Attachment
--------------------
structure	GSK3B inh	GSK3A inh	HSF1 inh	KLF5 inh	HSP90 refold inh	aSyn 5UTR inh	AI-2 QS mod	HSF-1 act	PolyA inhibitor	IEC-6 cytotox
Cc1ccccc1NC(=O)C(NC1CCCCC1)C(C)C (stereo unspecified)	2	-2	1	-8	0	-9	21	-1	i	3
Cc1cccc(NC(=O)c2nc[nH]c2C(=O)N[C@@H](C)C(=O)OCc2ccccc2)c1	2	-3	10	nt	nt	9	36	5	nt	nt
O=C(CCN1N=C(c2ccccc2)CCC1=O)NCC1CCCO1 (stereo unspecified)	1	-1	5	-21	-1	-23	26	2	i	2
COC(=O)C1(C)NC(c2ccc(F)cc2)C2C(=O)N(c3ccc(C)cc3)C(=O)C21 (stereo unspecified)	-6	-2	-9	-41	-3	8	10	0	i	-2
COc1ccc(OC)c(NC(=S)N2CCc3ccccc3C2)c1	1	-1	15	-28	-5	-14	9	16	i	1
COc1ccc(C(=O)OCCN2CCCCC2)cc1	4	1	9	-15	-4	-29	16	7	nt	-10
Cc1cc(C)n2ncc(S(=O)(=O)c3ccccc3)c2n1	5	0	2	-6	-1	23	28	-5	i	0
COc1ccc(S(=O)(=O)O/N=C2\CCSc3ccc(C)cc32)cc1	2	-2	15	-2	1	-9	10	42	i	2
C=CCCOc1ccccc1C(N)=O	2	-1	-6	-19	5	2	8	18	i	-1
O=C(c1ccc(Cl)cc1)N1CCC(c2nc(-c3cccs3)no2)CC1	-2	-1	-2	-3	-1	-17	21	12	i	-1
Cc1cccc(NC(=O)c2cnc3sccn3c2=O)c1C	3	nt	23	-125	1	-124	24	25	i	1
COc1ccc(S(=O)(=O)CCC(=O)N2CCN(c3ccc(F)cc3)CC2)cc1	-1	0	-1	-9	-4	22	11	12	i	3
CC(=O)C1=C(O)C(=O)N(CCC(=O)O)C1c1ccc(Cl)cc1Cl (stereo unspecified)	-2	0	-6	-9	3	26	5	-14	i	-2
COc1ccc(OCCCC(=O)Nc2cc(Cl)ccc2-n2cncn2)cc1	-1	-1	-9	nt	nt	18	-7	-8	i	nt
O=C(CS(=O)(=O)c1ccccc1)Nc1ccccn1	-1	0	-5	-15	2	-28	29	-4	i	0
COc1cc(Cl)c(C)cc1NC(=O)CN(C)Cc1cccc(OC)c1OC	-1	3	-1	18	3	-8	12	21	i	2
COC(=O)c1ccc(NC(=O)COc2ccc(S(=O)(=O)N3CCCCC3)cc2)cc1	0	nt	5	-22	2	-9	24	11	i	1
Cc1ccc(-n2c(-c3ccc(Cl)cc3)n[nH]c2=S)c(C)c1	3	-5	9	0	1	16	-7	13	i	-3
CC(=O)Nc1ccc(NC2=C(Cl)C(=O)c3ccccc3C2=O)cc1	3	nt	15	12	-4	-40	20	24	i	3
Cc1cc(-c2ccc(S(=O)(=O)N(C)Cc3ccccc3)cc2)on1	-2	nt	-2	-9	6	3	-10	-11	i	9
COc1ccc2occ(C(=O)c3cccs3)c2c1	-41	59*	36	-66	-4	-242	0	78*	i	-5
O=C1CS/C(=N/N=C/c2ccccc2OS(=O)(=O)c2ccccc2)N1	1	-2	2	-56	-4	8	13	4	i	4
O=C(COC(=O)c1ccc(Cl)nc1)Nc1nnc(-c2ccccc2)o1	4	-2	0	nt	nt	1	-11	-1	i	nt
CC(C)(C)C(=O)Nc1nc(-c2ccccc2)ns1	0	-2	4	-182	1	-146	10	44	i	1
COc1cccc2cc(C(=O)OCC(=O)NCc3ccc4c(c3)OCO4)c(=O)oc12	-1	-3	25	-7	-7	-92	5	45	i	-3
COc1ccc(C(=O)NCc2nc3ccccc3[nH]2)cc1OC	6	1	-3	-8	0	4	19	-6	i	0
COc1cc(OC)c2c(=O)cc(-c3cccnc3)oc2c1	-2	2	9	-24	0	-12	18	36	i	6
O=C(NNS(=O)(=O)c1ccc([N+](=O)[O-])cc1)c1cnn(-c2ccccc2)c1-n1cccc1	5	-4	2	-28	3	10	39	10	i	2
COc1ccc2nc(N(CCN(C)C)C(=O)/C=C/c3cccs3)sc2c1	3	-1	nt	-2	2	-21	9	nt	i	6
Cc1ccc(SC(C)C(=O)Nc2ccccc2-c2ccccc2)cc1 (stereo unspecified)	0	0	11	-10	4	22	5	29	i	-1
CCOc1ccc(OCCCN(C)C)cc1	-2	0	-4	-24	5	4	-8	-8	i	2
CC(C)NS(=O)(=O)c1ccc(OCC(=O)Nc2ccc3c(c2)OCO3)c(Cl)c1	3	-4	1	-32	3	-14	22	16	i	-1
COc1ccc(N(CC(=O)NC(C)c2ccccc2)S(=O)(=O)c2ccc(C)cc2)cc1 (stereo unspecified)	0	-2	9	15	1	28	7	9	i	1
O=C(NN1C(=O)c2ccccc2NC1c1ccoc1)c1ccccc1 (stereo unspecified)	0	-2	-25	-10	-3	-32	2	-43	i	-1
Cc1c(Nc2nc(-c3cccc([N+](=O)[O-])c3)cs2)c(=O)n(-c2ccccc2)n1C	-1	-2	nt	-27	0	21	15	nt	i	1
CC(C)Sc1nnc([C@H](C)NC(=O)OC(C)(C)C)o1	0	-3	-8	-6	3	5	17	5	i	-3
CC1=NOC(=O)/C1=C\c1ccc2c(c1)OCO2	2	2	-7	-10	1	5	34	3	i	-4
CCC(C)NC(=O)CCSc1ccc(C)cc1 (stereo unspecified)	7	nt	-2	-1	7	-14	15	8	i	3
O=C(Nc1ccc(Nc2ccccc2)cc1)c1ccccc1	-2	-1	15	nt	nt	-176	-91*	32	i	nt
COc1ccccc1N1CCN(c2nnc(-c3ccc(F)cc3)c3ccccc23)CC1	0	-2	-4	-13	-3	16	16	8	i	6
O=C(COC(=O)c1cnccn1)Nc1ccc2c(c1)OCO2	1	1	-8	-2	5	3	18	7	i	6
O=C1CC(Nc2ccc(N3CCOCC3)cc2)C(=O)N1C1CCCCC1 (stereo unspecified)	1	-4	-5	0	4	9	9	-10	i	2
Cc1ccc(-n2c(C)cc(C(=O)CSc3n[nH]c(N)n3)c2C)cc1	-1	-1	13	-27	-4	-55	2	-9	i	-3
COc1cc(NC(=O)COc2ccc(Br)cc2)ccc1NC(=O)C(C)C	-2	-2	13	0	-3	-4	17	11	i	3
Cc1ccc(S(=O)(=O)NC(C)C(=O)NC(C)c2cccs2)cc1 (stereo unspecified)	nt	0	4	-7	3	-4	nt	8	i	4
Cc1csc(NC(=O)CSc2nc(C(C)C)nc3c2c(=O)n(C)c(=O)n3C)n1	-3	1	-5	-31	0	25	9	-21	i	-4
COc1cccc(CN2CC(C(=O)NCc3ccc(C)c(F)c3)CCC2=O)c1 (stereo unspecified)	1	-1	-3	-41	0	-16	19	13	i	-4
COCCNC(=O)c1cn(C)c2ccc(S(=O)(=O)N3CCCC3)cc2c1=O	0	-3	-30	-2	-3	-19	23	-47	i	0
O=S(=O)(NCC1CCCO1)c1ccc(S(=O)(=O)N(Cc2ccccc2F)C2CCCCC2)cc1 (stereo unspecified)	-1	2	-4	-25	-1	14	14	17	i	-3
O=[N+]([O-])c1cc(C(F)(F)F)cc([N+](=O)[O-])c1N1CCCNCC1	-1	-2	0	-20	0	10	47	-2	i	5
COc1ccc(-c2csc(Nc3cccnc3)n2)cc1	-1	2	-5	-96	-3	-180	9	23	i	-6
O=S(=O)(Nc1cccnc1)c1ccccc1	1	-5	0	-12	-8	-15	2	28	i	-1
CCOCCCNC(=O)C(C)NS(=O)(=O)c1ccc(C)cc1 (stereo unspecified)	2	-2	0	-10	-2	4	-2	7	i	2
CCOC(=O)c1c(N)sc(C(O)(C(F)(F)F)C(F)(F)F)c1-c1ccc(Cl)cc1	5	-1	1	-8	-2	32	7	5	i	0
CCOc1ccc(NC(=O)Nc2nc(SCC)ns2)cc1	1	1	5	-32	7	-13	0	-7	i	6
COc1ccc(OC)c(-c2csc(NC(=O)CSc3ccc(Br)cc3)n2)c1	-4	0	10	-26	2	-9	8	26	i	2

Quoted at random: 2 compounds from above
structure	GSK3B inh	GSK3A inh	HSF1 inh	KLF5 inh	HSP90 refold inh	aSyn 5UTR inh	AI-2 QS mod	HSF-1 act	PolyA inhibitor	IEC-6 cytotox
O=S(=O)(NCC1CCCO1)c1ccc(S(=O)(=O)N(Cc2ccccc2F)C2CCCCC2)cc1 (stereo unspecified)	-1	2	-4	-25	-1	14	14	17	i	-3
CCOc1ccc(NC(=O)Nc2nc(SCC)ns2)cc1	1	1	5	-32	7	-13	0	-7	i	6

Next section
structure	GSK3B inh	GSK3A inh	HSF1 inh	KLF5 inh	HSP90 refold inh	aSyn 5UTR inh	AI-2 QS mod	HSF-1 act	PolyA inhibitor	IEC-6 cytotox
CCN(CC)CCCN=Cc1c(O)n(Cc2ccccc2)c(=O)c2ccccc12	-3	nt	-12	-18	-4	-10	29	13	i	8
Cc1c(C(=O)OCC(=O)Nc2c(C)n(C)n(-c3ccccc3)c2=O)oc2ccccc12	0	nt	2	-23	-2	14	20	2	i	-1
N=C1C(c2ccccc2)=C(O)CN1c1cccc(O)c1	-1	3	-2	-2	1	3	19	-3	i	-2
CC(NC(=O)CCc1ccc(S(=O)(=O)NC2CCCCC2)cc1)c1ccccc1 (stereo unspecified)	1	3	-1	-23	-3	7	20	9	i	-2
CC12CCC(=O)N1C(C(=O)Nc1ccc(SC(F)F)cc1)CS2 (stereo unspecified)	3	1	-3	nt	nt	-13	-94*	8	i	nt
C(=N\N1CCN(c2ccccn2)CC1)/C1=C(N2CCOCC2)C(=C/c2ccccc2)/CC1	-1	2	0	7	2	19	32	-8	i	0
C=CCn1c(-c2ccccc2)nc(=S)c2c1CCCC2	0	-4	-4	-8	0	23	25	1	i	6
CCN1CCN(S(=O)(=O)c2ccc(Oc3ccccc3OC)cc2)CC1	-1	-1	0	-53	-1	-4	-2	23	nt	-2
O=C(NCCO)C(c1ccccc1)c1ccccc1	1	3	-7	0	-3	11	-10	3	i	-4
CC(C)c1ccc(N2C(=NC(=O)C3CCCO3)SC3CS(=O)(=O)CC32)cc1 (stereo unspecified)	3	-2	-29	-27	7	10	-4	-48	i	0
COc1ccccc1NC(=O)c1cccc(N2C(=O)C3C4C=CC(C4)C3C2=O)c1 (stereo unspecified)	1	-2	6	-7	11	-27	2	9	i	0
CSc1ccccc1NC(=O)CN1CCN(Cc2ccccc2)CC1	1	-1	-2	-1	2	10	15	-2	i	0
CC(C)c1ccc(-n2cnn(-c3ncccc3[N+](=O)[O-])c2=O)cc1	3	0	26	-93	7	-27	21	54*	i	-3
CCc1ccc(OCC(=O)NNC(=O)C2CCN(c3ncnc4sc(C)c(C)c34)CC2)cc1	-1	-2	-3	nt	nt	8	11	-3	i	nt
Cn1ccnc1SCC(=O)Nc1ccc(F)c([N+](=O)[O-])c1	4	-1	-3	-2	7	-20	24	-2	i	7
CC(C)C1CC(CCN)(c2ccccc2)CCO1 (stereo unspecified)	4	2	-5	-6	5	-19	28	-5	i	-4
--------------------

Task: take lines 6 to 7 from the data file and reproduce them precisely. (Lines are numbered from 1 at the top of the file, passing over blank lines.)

COc1ccc(OC)c(NC(=S)N2CCc3ccccc3C2)c1	1	-1	15	-28	-5	-14	9	16	i	1
COc1ccc(C(=O)OCCN2CCCCC2)cc1	4	1	9	-15	-4	-29	16	7	nt	-10